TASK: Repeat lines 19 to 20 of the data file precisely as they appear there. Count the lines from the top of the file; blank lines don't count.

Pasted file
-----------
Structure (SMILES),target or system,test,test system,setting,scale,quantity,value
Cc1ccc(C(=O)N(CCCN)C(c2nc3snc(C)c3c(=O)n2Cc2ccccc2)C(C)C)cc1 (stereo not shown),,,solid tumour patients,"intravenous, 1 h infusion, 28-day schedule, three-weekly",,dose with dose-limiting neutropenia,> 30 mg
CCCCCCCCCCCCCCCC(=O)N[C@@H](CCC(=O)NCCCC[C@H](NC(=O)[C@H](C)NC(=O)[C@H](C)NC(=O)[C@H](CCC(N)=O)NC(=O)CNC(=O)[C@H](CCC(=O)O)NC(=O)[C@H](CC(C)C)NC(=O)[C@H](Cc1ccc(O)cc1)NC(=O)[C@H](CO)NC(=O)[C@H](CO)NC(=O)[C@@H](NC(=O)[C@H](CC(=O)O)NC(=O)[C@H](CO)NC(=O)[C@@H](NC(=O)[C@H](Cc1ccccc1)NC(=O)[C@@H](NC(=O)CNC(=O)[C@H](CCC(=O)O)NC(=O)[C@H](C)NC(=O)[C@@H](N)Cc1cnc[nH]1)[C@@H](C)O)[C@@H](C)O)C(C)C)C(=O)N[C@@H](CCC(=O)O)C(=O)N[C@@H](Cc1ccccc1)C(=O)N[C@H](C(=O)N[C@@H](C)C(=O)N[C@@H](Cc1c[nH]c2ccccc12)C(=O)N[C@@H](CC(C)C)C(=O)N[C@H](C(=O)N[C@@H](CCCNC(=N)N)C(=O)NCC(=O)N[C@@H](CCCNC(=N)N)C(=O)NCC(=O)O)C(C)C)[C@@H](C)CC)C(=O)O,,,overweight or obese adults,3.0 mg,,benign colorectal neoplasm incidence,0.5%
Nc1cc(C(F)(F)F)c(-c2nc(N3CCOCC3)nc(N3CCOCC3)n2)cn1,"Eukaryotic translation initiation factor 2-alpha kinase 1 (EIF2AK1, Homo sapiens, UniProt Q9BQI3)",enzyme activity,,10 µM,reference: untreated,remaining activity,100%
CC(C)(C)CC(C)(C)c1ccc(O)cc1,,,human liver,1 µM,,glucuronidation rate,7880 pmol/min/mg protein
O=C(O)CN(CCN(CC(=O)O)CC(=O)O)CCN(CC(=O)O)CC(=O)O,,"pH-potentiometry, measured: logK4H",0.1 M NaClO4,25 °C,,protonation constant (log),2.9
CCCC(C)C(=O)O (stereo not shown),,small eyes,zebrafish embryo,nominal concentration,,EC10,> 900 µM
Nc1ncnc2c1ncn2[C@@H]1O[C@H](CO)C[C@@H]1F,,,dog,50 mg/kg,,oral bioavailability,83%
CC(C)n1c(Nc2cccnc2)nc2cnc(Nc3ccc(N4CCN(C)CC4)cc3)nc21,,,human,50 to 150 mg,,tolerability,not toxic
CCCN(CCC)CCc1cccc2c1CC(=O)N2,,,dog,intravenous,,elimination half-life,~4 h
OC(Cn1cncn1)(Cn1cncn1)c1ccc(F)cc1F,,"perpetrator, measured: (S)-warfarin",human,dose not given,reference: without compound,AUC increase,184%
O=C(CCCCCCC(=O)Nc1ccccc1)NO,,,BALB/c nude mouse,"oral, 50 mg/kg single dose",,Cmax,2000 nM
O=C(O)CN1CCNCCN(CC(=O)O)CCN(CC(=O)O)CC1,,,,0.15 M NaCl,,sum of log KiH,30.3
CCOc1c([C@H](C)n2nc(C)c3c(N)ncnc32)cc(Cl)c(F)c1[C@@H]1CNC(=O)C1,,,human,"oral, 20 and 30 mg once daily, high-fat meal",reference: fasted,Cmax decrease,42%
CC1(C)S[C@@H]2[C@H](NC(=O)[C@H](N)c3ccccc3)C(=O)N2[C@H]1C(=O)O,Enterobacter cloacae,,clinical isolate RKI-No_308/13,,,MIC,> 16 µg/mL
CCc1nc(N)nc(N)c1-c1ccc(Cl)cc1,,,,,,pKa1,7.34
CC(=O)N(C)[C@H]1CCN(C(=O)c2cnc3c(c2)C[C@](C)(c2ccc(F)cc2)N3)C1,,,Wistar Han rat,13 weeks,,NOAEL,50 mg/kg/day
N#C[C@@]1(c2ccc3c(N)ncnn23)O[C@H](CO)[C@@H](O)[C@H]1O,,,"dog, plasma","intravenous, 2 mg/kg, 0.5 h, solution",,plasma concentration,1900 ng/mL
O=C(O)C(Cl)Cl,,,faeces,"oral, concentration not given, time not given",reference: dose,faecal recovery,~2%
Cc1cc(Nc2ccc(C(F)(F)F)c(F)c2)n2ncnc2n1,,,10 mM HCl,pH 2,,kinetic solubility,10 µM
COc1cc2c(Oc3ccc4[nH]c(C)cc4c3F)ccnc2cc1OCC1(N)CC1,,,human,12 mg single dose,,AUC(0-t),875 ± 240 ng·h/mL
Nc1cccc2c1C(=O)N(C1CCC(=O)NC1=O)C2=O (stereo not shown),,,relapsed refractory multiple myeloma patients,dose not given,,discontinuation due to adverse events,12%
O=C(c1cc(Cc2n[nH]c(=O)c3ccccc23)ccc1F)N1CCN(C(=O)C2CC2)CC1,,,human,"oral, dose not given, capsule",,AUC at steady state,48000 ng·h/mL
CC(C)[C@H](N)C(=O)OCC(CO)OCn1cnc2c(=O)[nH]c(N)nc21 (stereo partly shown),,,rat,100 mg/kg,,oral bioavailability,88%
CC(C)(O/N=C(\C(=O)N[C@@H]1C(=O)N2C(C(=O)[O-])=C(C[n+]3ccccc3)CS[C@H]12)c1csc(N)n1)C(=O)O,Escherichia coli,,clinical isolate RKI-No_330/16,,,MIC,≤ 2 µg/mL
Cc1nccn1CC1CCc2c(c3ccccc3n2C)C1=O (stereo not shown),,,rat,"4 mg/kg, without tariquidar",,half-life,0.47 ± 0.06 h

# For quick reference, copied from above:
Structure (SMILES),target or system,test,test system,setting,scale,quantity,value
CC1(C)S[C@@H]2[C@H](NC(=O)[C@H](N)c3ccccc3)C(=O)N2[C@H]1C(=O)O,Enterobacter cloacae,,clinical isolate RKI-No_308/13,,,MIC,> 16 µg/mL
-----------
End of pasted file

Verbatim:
O=C(O)C(Cl)Cl,,,faeces,"oral, concentration not given, time not given",reference: dose,faecal recovery,~2%
Cc1cc(Nc2ccc(C(F)(F)F)c(F)c2)n2ncnc2n1,,,10 mM HCl,pH 2,,kinetic solubility,10 µM